In The Guardian, Oliver Burkeman goes on about the benefits of time-shifting your news reading:
One excellent way to stay calm but well-informed, I’ve found, is to consume the news a day or three later than everyone else. Print is one way to do this. But it works online, too: more and more, I find myself promiscuously cruising the web, saving umpteen articles in a “read later” app (in my case Evernote, though you could use your browser’s bookmarks). By the time I read them, the time filter has worked its magic: a small proportion of them stand out as truly compelling.
A brand new car loses about 15% of its value as soon as you steer it off the dealership; most news items depreciate a whole lot faster than that. Human brains are hard-wired to hunt for new information on a round-the-clock basis. But not everything we haven’t set eyes on before is worth our attention. As Burkeman argues, a fantastic MO to determine if something is intrinsically compelling or worth our attention apart from its novelty is to lay it aside for some time.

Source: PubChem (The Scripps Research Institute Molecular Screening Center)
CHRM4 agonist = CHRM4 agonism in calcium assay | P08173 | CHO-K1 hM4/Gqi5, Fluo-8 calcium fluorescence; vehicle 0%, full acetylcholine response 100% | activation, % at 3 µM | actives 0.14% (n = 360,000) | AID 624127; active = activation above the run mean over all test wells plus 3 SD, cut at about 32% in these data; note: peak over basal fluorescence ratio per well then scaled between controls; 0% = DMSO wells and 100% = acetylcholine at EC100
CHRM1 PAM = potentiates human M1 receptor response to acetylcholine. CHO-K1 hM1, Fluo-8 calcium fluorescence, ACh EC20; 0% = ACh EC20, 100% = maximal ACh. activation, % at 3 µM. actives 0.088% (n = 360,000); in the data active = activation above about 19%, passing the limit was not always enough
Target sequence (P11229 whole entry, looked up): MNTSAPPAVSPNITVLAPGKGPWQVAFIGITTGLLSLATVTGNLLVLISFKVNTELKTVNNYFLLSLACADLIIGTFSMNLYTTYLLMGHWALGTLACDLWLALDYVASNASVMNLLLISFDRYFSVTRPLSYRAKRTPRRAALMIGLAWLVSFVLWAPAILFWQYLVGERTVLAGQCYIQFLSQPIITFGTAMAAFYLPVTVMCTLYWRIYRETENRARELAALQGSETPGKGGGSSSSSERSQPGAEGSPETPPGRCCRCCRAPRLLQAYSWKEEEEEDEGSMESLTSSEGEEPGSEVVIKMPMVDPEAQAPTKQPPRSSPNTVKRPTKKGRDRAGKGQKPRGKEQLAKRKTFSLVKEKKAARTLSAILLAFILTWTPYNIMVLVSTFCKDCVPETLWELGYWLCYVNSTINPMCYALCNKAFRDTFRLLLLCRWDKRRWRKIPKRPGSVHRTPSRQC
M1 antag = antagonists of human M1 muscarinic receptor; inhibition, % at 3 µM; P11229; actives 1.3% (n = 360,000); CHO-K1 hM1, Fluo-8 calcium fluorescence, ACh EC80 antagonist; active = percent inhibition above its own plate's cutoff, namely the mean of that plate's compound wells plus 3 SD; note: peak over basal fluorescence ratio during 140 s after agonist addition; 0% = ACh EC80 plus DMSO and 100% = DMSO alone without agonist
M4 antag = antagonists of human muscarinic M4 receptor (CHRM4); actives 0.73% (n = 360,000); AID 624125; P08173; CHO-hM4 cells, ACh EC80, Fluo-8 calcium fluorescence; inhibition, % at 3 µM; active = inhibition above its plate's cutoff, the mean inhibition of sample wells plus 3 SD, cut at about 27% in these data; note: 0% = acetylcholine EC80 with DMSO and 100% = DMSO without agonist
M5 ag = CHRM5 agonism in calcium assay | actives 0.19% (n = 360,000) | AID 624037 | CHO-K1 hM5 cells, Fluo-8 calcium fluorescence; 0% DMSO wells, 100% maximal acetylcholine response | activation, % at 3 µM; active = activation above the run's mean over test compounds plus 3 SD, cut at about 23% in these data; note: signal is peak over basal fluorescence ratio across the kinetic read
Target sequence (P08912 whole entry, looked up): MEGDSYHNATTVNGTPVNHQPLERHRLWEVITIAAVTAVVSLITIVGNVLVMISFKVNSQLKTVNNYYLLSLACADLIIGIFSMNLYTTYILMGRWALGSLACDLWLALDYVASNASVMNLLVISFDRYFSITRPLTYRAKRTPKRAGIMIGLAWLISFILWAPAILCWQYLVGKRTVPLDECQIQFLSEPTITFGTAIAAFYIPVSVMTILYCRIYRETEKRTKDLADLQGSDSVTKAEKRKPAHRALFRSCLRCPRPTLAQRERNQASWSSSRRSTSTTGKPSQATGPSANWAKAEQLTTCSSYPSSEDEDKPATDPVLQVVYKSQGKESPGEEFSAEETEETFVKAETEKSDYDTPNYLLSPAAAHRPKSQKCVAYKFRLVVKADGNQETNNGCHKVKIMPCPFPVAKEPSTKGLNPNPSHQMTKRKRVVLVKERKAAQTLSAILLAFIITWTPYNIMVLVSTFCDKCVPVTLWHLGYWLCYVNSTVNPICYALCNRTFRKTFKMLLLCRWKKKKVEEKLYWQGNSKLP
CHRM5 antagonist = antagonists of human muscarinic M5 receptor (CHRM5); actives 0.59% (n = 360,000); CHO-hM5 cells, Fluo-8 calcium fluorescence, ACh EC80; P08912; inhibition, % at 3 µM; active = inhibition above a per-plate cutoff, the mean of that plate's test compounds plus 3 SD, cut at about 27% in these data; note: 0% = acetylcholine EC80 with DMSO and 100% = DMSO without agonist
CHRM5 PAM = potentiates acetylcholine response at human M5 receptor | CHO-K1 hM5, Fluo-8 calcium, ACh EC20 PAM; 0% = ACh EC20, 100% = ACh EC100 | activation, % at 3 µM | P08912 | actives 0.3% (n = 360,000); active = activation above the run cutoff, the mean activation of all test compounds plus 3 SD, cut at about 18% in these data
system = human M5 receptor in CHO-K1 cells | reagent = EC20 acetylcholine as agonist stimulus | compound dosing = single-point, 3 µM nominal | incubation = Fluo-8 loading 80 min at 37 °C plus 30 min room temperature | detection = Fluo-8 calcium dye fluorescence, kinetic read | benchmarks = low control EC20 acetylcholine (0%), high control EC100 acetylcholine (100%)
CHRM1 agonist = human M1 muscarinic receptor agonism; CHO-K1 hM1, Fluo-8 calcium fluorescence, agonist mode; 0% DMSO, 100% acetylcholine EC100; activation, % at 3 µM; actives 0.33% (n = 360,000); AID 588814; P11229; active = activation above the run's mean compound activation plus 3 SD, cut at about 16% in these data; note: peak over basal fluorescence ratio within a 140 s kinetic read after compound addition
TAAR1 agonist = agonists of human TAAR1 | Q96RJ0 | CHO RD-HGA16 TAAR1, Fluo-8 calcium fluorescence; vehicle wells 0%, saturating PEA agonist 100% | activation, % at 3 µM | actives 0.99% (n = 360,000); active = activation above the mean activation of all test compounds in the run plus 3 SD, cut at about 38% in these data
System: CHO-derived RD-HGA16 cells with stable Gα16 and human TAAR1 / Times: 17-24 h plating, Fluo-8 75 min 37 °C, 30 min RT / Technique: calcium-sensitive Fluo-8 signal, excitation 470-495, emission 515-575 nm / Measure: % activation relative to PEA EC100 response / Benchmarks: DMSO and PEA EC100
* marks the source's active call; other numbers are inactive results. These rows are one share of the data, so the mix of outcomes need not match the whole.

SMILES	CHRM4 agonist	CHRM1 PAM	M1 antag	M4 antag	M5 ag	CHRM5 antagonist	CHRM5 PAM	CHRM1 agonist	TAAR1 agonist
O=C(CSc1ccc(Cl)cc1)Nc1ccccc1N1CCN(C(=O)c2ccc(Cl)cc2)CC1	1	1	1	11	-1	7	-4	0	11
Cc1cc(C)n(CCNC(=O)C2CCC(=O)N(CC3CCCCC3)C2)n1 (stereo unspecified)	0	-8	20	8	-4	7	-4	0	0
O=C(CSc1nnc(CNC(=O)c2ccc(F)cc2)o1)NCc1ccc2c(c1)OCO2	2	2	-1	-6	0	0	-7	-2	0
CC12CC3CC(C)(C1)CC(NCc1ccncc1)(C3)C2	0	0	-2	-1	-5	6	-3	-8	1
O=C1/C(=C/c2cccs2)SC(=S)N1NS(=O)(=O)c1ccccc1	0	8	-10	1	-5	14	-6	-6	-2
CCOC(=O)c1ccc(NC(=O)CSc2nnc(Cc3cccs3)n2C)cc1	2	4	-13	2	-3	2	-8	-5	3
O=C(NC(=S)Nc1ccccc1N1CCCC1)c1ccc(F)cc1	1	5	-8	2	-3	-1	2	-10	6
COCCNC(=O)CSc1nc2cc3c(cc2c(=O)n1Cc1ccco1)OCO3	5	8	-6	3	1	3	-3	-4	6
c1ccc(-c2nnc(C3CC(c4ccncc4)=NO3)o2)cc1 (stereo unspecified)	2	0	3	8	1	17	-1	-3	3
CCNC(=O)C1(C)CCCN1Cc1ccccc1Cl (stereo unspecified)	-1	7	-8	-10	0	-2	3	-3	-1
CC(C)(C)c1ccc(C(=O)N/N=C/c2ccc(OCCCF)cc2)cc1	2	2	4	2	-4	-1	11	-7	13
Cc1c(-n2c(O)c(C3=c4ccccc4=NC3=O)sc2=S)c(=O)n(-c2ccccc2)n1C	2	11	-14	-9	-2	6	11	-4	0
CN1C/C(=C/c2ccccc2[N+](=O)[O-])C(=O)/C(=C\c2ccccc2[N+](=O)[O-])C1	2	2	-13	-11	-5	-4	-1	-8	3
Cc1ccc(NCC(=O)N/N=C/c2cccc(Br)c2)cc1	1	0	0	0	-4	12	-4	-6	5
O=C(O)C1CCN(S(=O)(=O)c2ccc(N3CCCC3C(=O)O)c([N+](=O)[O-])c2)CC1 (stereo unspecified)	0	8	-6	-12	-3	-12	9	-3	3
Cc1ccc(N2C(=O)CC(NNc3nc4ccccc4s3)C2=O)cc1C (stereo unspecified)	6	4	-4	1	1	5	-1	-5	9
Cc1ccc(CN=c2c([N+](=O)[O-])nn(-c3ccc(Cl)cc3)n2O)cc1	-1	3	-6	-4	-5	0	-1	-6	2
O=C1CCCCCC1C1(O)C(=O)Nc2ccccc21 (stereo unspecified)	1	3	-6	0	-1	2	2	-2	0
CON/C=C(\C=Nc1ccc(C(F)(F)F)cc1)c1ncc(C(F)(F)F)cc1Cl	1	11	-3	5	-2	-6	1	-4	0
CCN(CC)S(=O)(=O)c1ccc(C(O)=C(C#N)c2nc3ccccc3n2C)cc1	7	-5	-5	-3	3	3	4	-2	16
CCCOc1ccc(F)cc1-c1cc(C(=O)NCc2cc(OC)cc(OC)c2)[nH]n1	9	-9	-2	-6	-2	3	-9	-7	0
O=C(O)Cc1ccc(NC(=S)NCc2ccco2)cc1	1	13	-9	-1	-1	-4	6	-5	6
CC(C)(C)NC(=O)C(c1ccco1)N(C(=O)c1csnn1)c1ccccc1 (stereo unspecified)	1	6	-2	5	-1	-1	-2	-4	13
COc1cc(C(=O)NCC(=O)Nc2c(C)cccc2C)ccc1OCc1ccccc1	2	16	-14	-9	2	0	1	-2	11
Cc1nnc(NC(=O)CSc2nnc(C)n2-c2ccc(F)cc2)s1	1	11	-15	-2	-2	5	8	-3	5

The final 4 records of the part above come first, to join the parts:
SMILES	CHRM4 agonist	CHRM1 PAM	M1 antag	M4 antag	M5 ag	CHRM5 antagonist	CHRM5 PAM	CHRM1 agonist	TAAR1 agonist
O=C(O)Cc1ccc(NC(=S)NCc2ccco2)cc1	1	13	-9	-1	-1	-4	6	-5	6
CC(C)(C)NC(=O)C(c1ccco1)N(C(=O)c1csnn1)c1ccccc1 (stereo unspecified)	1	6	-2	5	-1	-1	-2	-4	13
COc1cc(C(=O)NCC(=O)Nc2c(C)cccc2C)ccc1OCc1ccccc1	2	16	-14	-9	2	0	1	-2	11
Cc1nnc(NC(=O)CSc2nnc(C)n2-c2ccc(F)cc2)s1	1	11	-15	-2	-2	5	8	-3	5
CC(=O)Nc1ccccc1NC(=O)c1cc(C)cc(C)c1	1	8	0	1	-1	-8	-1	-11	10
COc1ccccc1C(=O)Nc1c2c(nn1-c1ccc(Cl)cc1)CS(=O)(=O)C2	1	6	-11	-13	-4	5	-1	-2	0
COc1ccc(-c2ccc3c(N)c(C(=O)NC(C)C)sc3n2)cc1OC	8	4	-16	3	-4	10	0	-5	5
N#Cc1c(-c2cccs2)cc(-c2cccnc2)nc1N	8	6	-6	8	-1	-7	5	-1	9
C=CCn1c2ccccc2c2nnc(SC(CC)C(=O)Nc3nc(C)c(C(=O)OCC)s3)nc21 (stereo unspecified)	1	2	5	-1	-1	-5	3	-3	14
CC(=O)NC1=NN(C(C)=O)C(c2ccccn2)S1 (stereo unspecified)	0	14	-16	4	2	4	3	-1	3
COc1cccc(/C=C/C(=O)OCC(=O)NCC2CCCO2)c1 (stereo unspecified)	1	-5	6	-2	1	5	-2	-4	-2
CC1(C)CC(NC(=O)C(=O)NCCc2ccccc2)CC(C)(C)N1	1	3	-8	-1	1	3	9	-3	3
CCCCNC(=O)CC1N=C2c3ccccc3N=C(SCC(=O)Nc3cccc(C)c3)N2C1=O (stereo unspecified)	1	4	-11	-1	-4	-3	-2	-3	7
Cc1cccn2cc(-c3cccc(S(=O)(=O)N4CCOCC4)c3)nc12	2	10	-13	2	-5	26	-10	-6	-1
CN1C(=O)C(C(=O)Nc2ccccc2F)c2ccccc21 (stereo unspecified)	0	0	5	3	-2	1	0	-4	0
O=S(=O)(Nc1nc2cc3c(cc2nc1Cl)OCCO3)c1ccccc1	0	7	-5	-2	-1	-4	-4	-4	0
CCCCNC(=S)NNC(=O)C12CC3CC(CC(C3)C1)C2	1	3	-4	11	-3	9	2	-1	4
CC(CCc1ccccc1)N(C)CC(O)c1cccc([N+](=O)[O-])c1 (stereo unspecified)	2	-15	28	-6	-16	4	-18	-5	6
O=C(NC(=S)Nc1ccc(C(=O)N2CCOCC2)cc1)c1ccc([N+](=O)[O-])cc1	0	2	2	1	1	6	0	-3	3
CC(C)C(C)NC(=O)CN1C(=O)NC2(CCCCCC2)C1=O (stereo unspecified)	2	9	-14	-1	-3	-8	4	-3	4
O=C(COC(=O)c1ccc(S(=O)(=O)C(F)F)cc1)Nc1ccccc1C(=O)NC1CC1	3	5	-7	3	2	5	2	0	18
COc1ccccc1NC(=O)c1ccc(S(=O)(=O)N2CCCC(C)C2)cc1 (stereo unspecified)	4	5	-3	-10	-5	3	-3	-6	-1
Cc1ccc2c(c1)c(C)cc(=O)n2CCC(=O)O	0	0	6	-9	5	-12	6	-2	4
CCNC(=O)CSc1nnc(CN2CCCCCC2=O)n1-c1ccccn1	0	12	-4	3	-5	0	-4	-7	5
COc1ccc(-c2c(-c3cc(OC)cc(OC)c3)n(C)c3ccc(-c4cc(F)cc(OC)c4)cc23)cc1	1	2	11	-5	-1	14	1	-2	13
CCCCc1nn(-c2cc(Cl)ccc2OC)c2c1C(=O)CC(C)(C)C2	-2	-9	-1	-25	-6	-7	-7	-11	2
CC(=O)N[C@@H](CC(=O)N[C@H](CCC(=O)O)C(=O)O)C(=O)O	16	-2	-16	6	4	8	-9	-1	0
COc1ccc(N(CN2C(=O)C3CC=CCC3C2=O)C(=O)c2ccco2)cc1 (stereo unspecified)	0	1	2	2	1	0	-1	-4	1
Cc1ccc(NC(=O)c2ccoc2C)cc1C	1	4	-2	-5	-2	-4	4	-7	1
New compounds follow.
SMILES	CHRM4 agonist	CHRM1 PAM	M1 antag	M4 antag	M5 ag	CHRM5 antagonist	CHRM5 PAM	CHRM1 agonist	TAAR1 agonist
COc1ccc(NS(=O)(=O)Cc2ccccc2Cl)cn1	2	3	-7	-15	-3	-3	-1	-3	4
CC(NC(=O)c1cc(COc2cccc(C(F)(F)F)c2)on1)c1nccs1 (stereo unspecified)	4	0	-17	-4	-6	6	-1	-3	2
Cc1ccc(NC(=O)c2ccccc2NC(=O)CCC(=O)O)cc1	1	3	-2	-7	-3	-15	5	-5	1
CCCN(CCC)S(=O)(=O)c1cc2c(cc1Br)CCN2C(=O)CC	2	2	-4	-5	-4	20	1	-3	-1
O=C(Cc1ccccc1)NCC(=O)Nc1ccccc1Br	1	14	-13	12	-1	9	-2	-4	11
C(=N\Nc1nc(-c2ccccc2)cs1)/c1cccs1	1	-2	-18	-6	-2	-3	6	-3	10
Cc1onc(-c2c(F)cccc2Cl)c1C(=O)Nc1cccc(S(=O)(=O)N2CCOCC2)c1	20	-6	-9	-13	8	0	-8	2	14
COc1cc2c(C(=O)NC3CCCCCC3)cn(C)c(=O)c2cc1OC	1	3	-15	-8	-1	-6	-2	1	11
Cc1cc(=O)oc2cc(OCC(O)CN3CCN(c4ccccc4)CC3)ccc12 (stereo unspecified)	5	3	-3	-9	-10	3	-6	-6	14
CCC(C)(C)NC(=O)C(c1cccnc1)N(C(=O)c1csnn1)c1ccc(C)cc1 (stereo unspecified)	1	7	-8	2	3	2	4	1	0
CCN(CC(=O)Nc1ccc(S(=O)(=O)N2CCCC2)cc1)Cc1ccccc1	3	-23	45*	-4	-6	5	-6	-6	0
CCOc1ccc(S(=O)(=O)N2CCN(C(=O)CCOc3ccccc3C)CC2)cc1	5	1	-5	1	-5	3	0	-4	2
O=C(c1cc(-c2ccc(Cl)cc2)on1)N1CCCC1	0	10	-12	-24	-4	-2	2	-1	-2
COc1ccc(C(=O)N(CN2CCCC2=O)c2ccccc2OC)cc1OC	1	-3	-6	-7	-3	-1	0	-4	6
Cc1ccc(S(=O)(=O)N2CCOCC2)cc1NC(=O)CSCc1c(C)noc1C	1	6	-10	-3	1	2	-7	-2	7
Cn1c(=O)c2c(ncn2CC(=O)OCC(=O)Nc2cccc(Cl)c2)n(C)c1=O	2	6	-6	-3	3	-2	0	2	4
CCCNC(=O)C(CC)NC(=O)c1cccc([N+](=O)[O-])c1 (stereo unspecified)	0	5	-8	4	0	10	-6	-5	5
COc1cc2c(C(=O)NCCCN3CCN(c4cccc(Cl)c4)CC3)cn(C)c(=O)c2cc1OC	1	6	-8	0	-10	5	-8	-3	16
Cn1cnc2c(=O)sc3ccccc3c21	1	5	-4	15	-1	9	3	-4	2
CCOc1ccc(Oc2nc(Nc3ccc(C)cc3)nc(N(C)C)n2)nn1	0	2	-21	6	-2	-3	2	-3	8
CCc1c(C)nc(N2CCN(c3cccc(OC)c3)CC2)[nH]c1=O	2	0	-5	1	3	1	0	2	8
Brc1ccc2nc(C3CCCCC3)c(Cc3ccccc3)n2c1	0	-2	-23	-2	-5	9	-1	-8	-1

All this is irrational. But the very fact of being stressed by information is irrational. In theory, we could track millions of sources of information, in practice we only do so with a small number, and the choice is quite arbitrary. I try to answer all personal mails, but I do not care to answer all personal messages on Facebook. The stack of books to read on my desk glares at me, but I never feel anxious about anything I could read on the web if I saw it. Why not fight irrationality with irrationality? Worry less about reducing the flow of information. Instead, look for ways to reduce the stress of this influx – and if that means deceiving yourself with “pause” buttons (Inbox Pause), planned delays, and stuff like that until the clickbait effect subsides- what does it matter? In the war against information overload, all weapons are to be used.
I would be proud if I could make you go back months or years into the Quariety archives and still find things worth your attention.